The Mighty Hindu Kush-Himalaya (HKH) Glaciers Also Set To Melt By 2100, Finds Landmark Report
Now Hindu Kush Himalaya (HKH) region also added to the series of the regions of ice loss such as the North Pole, Greenland, and Antarctica. According to the landmark report, it is “the climate crisis you haven’t heard of” as mentioned by the lead author. It is indeed shocking that one-third of the vast ice fields of the Hindu Kush Himalaya (HKH) region doomed to melt because of climate change. This ice loss will endanger the life of nearly 2 billion people by 2100.
According to the new report from the International Center for Integrated Mountain Development (ICIMOD), even if the policymakers take the immediate action as per the urgent warnings of the scientists to meet the target of 1.5C of Paris Agreement 2015, still about 36% of the glaciers of the region will melt disrupting rivers across Asia. The report found that the loss of ice will soar to two-thirds if emissions continue.
The HKH region, the home to Mount Everest will lose about half of its ice irrespective of the case that the carbon emissions reduced by half and the rise in global average temperature hits 2°C. The unabated carbon emissions will also result in soaring global average temperature at 4-5°C, and two-thirds of glaciers will melt in the so-called “Third Pole” of the world.
The HKH region is the planet’s “third pole” that runs from Afghanistan to Myanmar, harboring ice more than anywhere outside Arctic and Antarctica.
The consequences will be worse for the 1.9 billion people reliant on regional resources. The lead author Philippus Wester of ICIMOD said, “This is the climate crisis you haven’t heard of.” He added “In the best of possible worlds, if we get really ambitious [in tackling climate change], even then we will lose one-third of the glaciers and be in trouble. That for us was the shocking finding.”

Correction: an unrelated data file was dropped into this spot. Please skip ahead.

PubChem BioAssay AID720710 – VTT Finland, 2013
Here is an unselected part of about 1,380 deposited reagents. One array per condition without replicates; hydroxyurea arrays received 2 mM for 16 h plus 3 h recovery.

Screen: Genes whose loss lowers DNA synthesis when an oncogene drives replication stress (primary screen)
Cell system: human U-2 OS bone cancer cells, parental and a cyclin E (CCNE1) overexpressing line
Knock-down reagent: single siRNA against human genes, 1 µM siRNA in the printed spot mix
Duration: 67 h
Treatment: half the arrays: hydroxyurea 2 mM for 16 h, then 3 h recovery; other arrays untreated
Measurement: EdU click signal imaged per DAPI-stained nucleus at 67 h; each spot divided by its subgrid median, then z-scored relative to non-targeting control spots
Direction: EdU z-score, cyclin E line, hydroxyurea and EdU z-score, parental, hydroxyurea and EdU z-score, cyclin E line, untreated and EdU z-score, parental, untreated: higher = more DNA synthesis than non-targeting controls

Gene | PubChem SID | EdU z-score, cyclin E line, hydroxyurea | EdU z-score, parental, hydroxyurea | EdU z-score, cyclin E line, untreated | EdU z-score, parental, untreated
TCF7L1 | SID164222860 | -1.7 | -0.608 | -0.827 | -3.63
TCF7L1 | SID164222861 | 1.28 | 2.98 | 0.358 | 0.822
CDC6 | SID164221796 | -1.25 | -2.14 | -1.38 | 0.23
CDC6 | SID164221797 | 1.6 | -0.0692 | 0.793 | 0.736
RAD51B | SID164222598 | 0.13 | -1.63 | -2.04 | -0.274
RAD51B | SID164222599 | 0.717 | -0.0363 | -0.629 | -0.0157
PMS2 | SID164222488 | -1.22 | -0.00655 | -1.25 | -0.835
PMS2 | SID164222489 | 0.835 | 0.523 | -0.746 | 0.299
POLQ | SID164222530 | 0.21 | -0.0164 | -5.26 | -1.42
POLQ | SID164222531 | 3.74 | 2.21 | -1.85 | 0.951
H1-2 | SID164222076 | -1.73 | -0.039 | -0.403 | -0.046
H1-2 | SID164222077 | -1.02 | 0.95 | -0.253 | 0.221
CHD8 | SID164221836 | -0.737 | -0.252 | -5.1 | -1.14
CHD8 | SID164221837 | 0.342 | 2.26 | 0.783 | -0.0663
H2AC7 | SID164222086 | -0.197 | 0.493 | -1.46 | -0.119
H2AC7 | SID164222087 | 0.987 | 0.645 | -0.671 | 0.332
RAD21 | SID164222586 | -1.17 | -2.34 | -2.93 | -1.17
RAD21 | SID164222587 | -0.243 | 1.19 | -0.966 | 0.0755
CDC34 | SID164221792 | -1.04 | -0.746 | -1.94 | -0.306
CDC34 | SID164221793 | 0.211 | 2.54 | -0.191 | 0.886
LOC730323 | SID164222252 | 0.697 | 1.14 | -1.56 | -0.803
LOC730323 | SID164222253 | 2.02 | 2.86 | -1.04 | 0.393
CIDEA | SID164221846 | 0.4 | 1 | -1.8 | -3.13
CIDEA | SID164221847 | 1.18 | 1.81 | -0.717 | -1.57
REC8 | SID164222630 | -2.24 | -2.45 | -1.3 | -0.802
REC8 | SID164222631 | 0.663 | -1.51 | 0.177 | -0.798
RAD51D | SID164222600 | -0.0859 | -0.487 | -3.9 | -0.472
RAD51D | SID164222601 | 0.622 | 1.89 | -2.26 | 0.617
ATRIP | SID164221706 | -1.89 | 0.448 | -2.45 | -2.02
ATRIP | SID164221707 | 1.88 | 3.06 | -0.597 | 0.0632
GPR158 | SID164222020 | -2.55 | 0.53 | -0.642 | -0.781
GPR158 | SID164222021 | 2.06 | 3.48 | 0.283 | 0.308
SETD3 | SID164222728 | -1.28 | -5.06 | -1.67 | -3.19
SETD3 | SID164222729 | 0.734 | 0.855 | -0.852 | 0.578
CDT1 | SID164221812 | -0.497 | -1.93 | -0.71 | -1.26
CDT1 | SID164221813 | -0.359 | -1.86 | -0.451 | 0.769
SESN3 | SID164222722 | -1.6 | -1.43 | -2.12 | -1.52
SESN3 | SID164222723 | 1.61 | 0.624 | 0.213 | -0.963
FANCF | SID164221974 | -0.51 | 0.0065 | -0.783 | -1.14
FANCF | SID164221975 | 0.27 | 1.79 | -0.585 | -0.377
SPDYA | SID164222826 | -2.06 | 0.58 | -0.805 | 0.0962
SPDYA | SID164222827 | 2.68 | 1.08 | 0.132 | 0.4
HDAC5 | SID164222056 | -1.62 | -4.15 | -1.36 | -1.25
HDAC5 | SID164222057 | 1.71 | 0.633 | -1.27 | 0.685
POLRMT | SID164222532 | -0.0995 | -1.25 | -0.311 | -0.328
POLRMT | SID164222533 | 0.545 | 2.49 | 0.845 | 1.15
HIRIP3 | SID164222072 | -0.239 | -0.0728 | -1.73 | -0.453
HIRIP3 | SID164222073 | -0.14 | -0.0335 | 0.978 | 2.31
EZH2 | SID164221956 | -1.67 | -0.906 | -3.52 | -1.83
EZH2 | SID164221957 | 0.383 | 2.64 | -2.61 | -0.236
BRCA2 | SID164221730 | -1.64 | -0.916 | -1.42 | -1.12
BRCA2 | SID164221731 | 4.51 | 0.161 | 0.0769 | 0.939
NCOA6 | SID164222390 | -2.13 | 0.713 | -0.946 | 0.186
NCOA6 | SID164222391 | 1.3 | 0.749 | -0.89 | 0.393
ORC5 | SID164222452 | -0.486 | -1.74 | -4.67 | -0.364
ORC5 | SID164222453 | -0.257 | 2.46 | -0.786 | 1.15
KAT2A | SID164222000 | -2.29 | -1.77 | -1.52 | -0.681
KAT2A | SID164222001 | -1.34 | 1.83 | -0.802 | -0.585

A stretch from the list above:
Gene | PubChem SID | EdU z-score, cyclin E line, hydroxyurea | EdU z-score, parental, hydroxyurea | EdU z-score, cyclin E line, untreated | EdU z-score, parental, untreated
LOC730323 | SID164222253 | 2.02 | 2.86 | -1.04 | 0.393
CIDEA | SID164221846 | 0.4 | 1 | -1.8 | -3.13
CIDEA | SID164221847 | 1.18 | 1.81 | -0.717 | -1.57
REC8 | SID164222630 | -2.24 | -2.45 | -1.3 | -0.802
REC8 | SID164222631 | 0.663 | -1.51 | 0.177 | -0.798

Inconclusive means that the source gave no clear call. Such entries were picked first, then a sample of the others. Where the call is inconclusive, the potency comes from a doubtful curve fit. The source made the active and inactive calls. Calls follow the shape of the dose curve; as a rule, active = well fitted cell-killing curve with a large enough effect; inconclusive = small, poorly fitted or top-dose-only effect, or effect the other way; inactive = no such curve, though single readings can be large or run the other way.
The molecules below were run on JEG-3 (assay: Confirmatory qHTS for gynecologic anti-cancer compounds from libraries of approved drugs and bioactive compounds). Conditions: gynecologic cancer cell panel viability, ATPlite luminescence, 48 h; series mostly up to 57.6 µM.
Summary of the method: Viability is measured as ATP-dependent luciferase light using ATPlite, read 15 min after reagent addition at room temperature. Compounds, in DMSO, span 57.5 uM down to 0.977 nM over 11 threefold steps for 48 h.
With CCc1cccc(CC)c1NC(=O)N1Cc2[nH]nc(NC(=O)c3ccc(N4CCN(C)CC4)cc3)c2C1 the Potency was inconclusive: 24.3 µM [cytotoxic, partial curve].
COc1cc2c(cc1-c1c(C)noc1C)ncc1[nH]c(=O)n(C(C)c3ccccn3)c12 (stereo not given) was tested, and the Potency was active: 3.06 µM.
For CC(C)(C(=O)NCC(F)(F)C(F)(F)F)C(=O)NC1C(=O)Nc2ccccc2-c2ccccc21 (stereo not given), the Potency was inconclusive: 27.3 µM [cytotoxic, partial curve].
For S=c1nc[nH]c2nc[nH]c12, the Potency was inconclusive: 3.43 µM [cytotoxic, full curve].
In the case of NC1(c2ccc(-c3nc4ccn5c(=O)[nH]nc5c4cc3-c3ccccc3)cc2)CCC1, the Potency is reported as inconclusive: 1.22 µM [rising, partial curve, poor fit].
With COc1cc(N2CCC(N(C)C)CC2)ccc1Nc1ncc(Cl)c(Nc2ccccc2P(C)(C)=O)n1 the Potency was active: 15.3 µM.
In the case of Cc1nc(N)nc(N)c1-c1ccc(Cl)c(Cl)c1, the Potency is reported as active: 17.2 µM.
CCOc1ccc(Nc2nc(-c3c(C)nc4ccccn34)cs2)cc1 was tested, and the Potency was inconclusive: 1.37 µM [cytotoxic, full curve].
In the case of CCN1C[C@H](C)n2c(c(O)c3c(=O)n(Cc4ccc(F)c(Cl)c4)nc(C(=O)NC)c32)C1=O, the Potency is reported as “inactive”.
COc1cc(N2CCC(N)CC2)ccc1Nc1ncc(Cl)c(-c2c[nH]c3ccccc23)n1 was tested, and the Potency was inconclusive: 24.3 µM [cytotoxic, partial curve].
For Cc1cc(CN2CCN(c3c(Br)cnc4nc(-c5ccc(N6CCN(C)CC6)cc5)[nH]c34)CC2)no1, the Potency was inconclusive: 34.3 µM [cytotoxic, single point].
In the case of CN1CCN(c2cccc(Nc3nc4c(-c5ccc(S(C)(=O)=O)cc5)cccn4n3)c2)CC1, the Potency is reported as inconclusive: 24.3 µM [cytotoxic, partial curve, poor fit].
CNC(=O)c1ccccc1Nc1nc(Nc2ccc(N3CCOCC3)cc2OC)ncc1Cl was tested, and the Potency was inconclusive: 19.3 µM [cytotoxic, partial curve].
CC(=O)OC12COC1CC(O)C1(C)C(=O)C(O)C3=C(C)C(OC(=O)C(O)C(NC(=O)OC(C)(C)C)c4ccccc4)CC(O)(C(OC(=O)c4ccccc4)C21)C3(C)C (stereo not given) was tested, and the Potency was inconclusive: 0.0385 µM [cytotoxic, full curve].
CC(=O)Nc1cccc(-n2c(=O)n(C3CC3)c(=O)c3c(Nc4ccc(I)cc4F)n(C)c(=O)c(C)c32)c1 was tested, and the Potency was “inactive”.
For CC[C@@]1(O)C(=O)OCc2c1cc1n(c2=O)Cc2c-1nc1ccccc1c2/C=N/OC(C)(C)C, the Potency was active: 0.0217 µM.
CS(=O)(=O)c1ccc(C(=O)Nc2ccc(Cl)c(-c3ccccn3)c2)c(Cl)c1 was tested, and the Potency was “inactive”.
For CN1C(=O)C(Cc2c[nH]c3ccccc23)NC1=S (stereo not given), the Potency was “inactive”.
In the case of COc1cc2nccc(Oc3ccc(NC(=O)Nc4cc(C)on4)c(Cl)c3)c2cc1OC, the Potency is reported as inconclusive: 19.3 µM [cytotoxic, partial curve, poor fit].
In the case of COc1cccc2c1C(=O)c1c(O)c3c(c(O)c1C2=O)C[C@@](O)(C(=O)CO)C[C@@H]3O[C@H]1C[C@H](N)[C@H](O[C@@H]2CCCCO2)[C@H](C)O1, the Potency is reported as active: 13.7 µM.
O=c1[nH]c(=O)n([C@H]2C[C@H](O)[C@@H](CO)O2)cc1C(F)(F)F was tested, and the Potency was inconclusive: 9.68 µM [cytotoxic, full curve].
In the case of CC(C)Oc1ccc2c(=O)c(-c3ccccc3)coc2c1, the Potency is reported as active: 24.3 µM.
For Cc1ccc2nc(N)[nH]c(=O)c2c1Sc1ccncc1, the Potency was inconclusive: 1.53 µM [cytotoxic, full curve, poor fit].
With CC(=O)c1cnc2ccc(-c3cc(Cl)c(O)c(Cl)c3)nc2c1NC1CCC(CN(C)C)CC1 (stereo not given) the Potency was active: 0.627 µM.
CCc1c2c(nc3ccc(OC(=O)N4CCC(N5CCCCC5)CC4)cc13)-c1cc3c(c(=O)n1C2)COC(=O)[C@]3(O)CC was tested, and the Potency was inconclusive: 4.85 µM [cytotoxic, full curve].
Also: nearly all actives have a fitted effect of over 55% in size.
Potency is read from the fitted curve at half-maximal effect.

Around 250 million people, who live in the Hindu Kush-Himalaya (HKH) region, glaciers work as their critical water store, and 1.65 billion people depend on the great rivers that flow from the peaks into India, Pakistan, China, and other nations.
The flows in the rivers will increase due to melting glaciers through 2050 to 2060. According to Wester, there will be a risk of bursting banks of high-altitude lakes and engulfing communities. However, river flows will go into decline from the 2060s affecting the Indus and central Asian rivers mostly. “Those areas will be hard hit,” said Wester.
“Global warming is on track to transform the frigid, glacier-covered mountain peaks of the HKH cutting across eight countries to bare rocks in a little less than a century,” said Wester.
These predictions are mainly alarming for mountainous regions like the HKH—which spans Afghanistan, Pakistan, Bangladesh, Bhutan, China, India, Myanmar, and Nepal.
“Impacts on people in the region, already one of the world’s most fragile and hazard-prone mountain regions, will range from worsened air pollution to an increase in extreme weather events,” Wester said explaining, “But it’s the projected reductions in pre-monsoon river flows and changes in the monsoon that will hit hardest, throwing urban water systems and food and energy production off kilter.”
More than 350 researchers and policy experts from 22 countries and 185 organizations got involved over the course of five years in The Hindu Kush Himalaya Assessment, the first comprehensive analysis of its kind for the region. It was styled after the Intergovernmental Panel on Climate Change (IPCC) and recently warned that without “rapid, far-reaching, and unprecedented” systemic changes, global warming caused by human activities could reach 1.5°C around 2040.
Eklabya Sharma, deputy director general of ICIMOD, said “There are rocky times ahead for the region: between now and 2080, the environmental, economic, and social conditions laid out in the report could go downhill.”
Political tensions between neighboring nations such as India and Pakistan may deteriorate. “Because many of the disasters and sudden changes will play out across country borders, conflict among the region’s countries could easily flare up,” Eklabya noted. “But the future doesn’t have to be bleak if governments work together to turn the tide against melting glaciers and the myriad impacts they unleash.”
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